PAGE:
What Length?

Discussion in 'Powerboats' started by fisherman, May 15, 2004.

  1. fisherman
    Joined: May 2004
    Posts: 7
    Likes: 0, Points: 0, Legacy Rep: 10
    Location: hawaii

    fisherman Junior Member

    Could anyone please tell me what min.-max. length of a boat would I need to have if I were going up sea in 4-8ft. seas trolling at 7-10kts. and I want the waves to be hitting the hull at around the forefoot area? The reason why I ask this question is that I am currently on a 38 footer, and while going up sea, the waves are hitting the boat at around the bow pulpit area. So sometimes we have to back off on the throttles let alone mentioning that its a very wet ride with a lot of bow to stern pitching.I am looking into getting a boat of my own, so I wanted to know what min.-max. length could I get away with to solve my multiple problems that I have? I want to start my own sportfishing charter business, so I need a pretty comfortable(minimum pitching) ride so that my customers can relax and do not get sick! (they do not have sea legs like me!) So if anyone can tell me what min.-max. length before I have to make the next jump to a longer min.-max. length of a boat would I need to solve my pitching/ stuffing the bow in the next wave/ backing off on the throttle problem? P.S., What would the next min.-max. length be?
     
  2. tom28571
    Joined: Dec 2001
    Posts: 2,474
    Likes: 116, Points: 63, Legacy Rep: 1728
    Location: Oriental, NC

    tom28571 Senior Member

    Are you fishing in the Molokai Channel? I've been there in a 20 foot sailboat and the waves were very large but no particular problem at 4 to 5 kts. A longer or shorter boat may have been worse.

    I'd suggest that you study what others in your area are doing and what local designers recommend. Local "Carolina Sportfishermen" boats work in very rough water off the Outer Banks of NC but might not be best for your area. You are looking at mostly trade wind waves that are large but regular compared to more erratic conditions here and what might be good for one area might be terrible for the other.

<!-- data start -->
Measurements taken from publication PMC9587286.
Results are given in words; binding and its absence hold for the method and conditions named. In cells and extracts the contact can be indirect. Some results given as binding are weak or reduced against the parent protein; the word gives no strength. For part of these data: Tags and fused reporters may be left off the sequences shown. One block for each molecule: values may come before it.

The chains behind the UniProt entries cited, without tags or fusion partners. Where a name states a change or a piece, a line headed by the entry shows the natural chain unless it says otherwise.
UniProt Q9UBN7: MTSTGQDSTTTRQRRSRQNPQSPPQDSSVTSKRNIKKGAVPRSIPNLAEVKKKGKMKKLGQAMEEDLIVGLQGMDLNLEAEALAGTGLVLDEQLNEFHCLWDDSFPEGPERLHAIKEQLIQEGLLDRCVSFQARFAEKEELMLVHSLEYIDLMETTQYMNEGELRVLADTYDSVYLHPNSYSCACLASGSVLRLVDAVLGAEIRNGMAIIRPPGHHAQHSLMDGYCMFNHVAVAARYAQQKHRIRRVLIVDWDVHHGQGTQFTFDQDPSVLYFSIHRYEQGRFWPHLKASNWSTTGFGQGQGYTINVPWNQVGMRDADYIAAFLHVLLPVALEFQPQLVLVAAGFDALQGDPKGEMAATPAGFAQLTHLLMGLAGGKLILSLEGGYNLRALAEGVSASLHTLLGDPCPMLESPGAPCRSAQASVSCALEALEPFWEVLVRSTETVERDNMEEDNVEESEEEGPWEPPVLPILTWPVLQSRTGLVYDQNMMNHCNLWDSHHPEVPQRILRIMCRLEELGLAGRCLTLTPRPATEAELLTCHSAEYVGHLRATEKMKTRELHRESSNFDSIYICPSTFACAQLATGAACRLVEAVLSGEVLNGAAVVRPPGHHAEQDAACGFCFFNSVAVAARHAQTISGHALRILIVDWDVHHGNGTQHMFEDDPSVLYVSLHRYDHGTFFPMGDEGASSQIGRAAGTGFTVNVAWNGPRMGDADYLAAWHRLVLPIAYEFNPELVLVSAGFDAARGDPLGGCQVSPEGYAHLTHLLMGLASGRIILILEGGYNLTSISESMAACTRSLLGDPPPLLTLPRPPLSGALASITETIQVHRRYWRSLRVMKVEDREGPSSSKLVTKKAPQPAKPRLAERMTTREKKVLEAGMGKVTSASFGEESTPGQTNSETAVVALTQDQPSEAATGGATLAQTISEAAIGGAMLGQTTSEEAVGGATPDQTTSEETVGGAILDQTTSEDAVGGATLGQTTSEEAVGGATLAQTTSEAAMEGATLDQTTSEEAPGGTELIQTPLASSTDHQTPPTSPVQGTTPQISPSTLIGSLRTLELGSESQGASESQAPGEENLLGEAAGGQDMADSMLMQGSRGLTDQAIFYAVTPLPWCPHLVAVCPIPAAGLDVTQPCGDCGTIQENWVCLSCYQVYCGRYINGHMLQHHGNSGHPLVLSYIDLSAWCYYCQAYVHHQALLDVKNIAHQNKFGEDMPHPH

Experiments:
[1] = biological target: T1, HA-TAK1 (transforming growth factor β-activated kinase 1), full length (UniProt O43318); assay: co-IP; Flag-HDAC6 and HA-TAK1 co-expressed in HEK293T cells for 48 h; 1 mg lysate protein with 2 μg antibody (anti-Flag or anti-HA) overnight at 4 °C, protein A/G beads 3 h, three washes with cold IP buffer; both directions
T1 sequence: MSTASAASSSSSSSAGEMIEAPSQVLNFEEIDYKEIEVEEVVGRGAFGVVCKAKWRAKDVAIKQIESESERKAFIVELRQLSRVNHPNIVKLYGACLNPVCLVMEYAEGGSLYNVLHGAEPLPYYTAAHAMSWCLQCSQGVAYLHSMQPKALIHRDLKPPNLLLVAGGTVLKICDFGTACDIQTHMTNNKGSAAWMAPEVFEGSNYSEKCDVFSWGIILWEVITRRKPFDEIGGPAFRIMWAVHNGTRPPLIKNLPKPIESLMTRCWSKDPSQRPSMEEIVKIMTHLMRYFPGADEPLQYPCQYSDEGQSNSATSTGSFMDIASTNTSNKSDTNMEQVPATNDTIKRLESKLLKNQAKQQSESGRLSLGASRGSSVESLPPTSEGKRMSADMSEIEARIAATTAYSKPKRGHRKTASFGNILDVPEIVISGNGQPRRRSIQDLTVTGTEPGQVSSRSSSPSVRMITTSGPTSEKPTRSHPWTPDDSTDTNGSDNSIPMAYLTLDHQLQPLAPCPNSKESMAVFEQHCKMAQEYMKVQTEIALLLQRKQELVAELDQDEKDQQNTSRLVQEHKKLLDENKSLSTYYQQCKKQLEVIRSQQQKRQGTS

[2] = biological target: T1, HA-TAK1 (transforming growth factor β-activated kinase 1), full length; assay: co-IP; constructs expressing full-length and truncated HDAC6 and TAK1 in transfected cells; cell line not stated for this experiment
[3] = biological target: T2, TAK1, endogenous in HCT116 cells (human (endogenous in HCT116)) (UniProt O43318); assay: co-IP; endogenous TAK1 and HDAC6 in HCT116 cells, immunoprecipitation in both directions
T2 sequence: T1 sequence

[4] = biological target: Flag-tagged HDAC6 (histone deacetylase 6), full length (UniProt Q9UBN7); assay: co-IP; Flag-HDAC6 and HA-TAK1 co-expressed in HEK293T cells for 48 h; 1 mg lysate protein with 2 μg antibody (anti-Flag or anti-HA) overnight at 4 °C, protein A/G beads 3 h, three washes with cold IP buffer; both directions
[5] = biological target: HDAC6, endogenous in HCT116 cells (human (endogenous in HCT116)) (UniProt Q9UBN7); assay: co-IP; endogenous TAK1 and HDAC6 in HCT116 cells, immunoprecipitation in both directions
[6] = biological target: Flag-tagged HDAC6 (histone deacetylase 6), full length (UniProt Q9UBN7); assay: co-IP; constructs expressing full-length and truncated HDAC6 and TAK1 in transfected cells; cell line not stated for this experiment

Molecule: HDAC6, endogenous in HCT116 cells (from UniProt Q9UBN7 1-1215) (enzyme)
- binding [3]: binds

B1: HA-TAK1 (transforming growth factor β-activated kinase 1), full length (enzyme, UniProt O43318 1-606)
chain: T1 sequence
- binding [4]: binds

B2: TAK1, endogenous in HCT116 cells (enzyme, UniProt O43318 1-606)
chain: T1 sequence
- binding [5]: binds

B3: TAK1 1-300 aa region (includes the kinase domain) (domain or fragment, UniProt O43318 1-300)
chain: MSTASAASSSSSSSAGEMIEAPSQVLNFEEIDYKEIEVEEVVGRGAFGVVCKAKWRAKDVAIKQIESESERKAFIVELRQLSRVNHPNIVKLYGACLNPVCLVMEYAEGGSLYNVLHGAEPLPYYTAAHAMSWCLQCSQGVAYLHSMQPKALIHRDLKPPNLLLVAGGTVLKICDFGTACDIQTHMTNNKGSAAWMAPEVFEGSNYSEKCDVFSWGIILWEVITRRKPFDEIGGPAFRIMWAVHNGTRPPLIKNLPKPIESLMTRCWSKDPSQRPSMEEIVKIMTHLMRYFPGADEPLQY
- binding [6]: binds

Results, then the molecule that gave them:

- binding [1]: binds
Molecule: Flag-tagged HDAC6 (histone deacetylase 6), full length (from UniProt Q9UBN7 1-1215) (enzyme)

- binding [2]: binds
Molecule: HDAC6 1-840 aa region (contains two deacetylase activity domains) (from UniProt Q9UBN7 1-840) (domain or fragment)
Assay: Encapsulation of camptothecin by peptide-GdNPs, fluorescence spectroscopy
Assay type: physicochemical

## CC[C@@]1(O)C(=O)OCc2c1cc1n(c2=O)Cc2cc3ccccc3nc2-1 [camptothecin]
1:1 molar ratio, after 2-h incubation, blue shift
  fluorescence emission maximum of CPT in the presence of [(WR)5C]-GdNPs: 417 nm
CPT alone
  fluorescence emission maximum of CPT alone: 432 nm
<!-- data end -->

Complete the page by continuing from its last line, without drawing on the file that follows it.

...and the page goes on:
In short, you need much more than boat length information.
     
  3. Eric Sponberg
    Joined: Dec 2001
    Posts: 2,004
    Likes: 209, Points: 73, Legacy Rep: 2917
    Location: On board Corroboree

    Eric Sponberg Senior Member

    Tom's advice is probably pretty smart--see what the locals recommend. One cannot recommend an absolute min.-max. length because there are too many variables involved, the biggest one of which is that all waves are different, hour to hour, day to day, and the course and speed of your travel at that moment. It all depends on the conditions. Other factors are the size of your wallet (what can you afford to buy and maintain) in conjunction with the income that you expect to earn? By far the easiest ways to avoid stuffing the bow are to change course slightly to take the waves at a different angle (which changes the period of encounter and the vertical angle of impact of the water on the bow) and to back off on the throttle. You cannot expect any boat to be able to take all rough conditions all the time. Prudence on the part of the skipper is as important as the design of the boat. He (she) has to know the limits of the boat and the limits of his passengers.
     
Loading...
Forum posts represent the experience, opinion, and view of individual users. Boat Design Net does not necessarily endorse nor share the view of each individual post.
When making potentially dangerous or financial decisions, always employ and consult appropriate professionals. Your circumstances or experience may be different.